|CATHOLIC SAINTS INDEX||A||B||C||D||E||F||G||H||I||J||K||L||M||N||O||P||Q||R||S||T||U||V||W||X||Y||Z|
In different Gnostic systems the hierarchy of Aeons was diversely elaborated. But in all are recognizable a mixture of Platonic, mythological, and Christian elements. There is always the primitive all-perfect Æon, the fountain-head of divinity, and a co-eternal companion Æon. From these emanate a second pair who, in turn, engender others, generally in pairs, or in groups of pairs, in keeping with the Egyptian idea of divine couples. One of these inferior Æons, desiring to know the unknowable, to penetrate the secrets of the primal Æon, brings disorder into the Æon-world, is exiled, and brings forth a very imperfect Æon, who, being unworthy of a place in the Pleroma, brings the divine spark to the nether world. Then follows the creation of the material universe.
Finally, there is evolved the Æon Christ, who is to restore harmony in the Æon-world, and heal the disorder in the material world consequent upon the catastrophe in the ideal order, by giving to man the knowledge which will rescue him from the dominion of matter and evil. The number of Æons varies with different systems, being determined in some by Pythagorean and Platonic ideas on the mystic efficacy of numbers; in others by epochs in, or the duration of, the life of Christ. The Æons were given names, each Gnostic system having its own catalogue, suggested by Christian terminology, and by Oriental, or philosophical and mythological nomenclature. There were nearly as many aeonic hierarchies as there were Gnostic systems, but the most elaborate of these, as far as is known, was that of Valentinus, whose fusion of Christianity and Platonism is so completely described in the refutation of this system by St. Irenaeus and Tertullian. (See GNOSTICISM, VALENTINUS, BASILIDES, PTOLEMY.)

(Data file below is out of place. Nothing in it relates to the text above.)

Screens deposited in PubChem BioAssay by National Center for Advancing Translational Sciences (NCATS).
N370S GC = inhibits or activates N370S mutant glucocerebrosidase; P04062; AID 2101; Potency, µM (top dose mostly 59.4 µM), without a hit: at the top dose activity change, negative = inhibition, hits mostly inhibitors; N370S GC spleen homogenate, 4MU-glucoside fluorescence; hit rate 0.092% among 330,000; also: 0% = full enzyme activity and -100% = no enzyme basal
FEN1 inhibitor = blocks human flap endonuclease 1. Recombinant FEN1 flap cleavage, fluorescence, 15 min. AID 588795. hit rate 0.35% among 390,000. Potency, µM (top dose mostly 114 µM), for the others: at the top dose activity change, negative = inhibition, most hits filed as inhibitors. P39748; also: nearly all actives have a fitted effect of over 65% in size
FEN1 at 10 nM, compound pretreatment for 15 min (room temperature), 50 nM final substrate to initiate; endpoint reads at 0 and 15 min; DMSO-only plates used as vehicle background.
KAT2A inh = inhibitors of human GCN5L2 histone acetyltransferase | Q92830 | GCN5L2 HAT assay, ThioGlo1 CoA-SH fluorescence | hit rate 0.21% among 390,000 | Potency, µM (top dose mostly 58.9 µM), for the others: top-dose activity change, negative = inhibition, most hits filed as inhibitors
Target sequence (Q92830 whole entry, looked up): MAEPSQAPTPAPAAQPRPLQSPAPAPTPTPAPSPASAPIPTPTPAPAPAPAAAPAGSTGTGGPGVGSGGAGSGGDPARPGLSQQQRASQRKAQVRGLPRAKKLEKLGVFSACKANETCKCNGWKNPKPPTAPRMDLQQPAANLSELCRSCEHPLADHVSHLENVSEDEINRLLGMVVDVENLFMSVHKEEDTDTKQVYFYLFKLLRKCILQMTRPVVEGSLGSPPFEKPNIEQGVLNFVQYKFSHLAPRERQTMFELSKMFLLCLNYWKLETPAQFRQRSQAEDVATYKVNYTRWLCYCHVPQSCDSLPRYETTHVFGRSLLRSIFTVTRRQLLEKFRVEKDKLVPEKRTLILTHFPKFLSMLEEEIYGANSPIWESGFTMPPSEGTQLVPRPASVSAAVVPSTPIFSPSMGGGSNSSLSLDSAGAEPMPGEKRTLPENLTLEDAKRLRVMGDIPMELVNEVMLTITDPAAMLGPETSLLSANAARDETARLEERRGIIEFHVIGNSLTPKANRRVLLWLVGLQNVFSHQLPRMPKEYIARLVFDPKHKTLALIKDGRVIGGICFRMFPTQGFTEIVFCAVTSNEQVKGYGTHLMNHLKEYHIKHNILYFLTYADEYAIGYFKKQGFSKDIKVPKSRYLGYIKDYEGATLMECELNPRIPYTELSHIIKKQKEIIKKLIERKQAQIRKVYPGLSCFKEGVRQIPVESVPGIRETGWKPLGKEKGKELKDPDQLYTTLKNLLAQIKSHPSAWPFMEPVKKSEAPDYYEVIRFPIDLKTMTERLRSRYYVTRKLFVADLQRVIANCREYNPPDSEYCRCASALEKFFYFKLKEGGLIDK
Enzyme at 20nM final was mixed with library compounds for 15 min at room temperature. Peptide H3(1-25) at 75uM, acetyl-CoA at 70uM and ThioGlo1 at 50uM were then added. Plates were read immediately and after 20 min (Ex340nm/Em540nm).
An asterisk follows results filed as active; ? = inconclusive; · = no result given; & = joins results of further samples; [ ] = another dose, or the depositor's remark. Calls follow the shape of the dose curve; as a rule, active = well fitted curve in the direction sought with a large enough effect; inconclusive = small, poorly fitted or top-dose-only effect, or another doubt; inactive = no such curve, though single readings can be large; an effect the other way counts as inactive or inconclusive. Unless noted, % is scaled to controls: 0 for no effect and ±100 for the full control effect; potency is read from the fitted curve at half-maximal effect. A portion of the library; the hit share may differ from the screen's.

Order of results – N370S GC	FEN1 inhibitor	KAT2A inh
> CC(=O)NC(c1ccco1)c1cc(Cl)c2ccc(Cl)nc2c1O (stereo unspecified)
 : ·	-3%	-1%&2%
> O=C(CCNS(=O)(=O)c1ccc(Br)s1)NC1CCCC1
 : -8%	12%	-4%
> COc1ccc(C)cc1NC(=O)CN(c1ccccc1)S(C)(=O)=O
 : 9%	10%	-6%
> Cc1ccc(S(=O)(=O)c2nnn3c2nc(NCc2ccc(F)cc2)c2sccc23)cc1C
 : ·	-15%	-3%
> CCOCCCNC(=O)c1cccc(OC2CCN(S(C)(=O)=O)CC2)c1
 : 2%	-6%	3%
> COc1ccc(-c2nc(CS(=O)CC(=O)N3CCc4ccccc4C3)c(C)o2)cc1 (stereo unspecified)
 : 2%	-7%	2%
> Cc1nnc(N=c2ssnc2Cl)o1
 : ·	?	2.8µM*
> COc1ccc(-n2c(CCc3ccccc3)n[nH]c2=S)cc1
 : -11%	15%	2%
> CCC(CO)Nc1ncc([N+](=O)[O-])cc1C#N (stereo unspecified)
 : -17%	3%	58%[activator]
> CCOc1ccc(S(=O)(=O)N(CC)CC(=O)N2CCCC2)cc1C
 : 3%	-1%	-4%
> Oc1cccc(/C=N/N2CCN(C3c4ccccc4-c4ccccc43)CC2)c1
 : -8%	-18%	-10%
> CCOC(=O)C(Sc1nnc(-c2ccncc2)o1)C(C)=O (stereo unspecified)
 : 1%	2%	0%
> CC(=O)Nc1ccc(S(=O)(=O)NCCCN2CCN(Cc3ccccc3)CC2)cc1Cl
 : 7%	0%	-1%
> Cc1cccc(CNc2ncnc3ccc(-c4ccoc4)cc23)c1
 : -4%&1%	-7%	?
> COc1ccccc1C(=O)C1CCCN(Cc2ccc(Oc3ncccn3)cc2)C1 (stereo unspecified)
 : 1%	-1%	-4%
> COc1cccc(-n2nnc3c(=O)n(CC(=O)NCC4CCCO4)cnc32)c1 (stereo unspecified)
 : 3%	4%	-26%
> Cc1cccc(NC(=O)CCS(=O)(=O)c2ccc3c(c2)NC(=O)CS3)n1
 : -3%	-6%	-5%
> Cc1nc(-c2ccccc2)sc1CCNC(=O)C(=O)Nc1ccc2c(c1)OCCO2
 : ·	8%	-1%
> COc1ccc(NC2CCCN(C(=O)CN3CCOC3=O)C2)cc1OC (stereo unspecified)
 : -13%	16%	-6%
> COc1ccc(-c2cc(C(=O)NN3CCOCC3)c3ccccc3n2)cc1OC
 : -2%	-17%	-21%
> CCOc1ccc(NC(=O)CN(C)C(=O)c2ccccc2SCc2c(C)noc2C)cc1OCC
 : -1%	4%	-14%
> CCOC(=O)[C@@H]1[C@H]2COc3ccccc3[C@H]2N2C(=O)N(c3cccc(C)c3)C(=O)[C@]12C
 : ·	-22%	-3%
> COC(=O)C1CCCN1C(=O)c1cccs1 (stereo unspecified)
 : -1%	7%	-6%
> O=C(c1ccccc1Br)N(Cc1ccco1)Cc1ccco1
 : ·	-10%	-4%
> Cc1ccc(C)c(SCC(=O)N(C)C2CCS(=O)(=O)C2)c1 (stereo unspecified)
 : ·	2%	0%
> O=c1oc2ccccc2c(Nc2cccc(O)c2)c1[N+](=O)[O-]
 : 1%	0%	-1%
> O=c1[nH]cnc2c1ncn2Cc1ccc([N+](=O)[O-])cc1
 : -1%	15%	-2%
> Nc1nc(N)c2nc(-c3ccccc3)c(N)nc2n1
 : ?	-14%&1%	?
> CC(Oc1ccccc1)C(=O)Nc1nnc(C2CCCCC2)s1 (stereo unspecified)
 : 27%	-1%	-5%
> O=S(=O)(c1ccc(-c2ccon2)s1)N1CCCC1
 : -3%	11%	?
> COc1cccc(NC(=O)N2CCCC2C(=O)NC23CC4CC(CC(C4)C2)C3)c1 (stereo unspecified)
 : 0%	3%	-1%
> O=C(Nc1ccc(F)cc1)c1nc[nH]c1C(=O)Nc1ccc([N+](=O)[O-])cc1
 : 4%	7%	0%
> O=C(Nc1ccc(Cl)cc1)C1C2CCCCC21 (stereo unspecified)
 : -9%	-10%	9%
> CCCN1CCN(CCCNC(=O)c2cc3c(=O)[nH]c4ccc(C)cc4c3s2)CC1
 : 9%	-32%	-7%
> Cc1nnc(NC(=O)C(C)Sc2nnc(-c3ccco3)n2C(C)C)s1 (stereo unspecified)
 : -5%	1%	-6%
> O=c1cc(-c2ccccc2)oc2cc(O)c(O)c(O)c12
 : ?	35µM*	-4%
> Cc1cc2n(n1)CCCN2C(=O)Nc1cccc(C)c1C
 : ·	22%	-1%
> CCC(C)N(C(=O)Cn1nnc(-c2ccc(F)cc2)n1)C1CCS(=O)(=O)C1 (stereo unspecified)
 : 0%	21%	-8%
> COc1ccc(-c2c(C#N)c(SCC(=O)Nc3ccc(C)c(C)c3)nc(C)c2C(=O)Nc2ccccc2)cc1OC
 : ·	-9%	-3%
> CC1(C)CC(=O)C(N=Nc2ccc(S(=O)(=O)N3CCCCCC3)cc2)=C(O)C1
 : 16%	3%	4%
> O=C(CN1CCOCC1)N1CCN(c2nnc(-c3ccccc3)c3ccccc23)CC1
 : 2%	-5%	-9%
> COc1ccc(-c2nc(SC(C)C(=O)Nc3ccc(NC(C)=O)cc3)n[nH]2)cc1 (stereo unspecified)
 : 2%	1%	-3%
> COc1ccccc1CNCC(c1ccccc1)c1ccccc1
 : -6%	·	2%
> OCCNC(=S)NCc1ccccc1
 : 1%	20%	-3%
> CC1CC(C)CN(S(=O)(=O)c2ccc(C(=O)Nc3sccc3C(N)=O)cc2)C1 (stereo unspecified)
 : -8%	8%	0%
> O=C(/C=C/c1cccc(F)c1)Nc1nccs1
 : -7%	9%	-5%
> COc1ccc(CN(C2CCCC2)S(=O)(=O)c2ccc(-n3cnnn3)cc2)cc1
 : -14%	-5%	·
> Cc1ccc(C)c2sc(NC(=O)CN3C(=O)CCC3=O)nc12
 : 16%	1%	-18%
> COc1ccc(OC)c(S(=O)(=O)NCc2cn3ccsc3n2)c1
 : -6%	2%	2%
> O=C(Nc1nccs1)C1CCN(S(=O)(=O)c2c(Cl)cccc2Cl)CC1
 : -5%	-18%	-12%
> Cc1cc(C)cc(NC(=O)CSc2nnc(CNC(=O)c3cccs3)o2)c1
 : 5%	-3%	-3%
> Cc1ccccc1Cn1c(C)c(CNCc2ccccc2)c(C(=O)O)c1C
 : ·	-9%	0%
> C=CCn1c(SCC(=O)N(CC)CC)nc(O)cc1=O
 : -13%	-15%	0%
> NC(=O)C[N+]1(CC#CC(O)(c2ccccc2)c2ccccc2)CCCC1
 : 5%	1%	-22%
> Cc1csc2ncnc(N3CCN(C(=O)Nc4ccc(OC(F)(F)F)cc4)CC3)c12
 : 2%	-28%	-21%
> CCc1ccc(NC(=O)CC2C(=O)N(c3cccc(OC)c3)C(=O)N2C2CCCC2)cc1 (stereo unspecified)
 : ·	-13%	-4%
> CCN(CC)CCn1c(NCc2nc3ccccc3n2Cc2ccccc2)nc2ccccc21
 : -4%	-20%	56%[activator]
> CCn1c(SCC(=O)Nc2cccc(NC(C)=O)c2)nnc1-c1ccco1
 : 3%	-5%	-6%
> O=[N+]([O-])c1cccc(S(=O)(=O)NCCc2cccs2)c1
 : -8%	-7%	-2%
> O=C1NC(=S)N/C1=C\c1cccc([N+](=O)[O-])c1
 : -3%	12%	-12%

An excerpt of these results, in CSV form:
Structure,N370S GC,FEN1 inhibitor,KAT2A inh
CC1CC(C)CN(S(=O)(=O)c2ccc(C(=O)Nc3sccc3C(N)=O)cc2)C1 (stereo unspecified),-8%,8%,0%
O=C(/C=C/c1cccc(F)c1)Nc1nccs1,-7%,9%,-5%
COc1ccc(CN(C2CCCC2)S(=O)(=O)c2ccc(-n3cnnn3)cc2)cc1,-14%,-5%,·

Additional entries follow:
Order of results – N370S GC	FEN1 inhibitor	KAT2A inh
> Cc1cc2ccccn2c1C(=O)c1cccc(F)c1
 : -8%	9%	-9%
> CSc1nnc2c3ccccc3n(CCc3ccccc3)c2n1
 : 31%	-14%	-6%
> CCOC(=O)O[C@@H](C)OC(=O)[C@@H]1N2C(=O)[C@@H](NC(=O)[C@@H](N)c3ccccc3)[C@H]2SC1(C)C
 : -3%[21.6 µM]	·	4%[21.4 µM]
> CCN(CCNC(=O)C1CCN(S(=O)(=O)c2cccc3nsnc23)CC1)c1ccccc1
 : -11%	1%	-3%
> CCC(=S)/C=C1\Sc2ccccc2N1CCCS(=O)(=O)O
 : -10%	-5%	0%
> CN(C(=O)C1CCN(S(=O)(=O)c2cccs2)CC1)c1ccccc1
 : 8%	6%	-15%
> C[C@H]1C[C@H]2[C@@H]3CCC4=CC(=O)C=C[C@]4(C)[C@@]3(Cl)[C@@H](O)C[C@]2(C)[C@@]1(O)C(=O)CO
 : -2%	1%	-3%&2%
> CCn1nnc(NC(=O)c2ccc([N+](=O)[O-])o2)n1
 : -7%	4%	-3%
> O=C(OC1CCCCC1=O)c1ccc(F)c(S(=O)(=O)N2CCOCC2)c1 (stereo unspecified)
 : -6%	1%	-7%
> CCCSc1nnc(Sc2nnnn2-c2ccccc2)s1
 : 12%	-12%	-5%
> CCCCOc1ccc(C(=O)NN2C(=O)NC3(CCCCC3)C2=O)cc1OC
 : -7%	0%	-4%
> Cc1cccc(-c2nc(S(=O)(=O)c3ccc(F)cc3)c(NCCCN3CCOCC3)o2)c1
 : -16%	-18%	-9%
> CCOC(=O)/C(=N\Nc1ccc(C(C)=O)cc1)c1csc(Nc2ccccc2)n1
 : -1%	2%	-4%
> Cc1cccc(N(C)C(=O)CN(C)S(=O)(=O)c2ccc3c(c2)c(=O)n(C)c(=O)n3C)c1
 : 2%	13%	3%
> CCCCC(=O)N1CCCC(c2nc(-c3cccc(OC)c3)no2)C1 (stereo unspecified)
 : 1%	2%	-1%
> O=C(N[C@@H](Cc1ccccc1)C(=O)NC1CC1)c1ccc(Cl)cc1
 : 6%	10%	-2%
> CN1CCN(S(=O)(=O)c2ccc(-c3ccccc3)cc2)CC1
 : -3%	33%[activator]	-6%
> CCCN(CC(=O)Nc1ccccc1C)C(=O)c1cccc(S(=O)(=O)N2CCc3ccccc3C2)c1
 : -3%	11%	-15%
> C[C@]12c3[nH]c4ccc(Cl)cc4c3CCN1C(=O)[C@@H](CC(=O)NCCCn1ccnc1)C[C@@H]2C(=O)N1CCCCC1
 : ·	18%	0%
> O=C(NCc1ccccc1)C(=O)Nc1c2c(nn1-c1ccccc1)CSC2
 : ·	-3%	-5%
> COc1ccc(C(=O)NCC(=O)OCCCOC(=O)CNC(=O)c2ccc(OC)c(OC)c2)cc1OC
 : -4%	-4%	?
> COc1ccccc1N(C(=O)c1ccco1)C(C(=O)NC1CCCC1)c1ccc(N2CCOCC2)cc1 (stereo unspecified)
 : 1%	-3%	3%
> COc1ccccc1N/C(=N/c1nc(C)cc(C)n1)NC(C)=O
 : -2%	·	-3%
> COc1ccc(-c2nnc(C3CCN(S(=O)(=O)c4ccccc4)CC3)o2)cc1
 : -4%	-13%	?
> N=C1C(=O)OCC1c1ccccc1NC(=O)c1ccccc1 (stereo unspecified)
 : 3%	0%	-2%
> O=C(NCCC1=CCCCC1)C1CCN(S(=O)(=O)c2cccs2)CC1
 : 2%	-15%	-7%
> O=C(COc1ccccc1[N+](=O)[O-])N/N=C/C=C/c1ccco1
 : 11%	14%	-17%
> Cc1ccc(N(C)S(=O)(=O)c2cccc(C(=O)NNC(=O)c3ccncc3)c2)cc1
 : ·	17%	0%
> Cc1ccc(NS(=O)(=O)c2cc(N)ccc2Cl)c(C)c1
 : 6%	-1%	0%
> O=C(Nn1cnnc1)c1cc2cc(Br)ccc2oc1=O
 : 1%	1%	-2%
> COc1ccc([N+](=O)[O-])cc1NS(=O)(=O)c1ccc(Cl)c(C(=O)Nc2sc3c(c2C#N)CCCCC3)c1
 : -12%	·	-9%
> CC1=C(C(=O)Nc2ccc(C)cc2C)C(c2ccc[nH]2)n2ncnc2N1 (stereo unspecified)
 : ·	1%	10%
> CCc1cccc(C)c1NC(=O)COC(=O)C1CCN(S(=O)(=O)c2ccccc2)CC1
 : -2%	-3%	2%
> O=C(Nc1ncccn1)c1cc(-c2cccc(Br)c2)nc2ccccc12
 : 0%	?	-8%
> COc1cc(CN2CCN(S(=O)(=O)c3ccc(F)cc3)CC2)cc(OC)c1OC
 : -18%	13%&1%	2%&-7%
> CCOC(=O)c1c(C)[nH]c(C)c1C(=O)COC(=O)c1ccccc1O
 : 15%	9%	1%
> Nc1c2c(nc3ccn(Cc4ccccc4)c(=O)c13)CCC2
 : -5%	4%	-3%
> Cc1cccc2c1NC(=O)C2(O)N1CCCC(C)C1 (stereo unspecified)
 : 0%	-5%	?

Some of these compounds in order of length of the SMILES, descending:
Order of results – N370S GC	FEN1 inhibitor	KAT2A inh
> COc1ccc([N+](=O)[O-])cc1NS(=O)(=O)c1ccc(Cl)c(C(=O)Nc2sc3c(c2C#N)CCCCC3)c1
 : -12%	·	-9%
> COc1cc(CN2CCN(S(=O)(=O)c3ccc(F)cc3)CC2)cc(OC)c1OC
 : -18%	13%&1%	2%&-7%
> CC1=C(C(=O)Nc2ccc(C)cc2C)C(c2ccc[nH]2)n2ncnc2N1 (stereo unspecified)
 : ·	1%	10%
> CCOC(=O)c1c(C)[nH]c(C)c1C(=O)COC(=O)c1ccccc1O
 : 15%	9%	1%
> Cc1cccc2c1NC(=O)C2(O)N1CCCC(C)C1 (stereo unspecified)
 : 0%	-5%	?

The best description of AEONIC systems is to be found in the refutations of Gnosticism by early Christian writers: Irenaeus, Adv. Haereses, in P.G., VII, I. II, tr. In Ante-Nicene Fathers (New York, 1903), I, 315 sq.; Tertullian, Contra Valentinianos, in P.L., II, 523. The introduction contains graphic schemata illustrating the Aeonic geneology, vi sq. (tr. As above III, 503); Hippolytus, Philosophumena, in P.G., XVI, 3, attributed to Origen, tr. Refutation of all Heresies, as above V, 9; Baur, Christliche Gnosis (Tubingen, 1835); DeFaye, Introduction a l'etude du gnosticisme, in Revue de l'histoire des religions, (1902, 166 sq.); DuFourcq, La pensee chretienne, Saint Irenee (Paris, 1905), 41-112; Duchesne, Histoire ancienne de l'Eglise (Paris, 1906), I, 153-194; Mead, Fragments of a Faith Forgotten (London, 1900). See also works on Gnosticism and on the heresiarchs referred to above.
JOHN B. PETERSON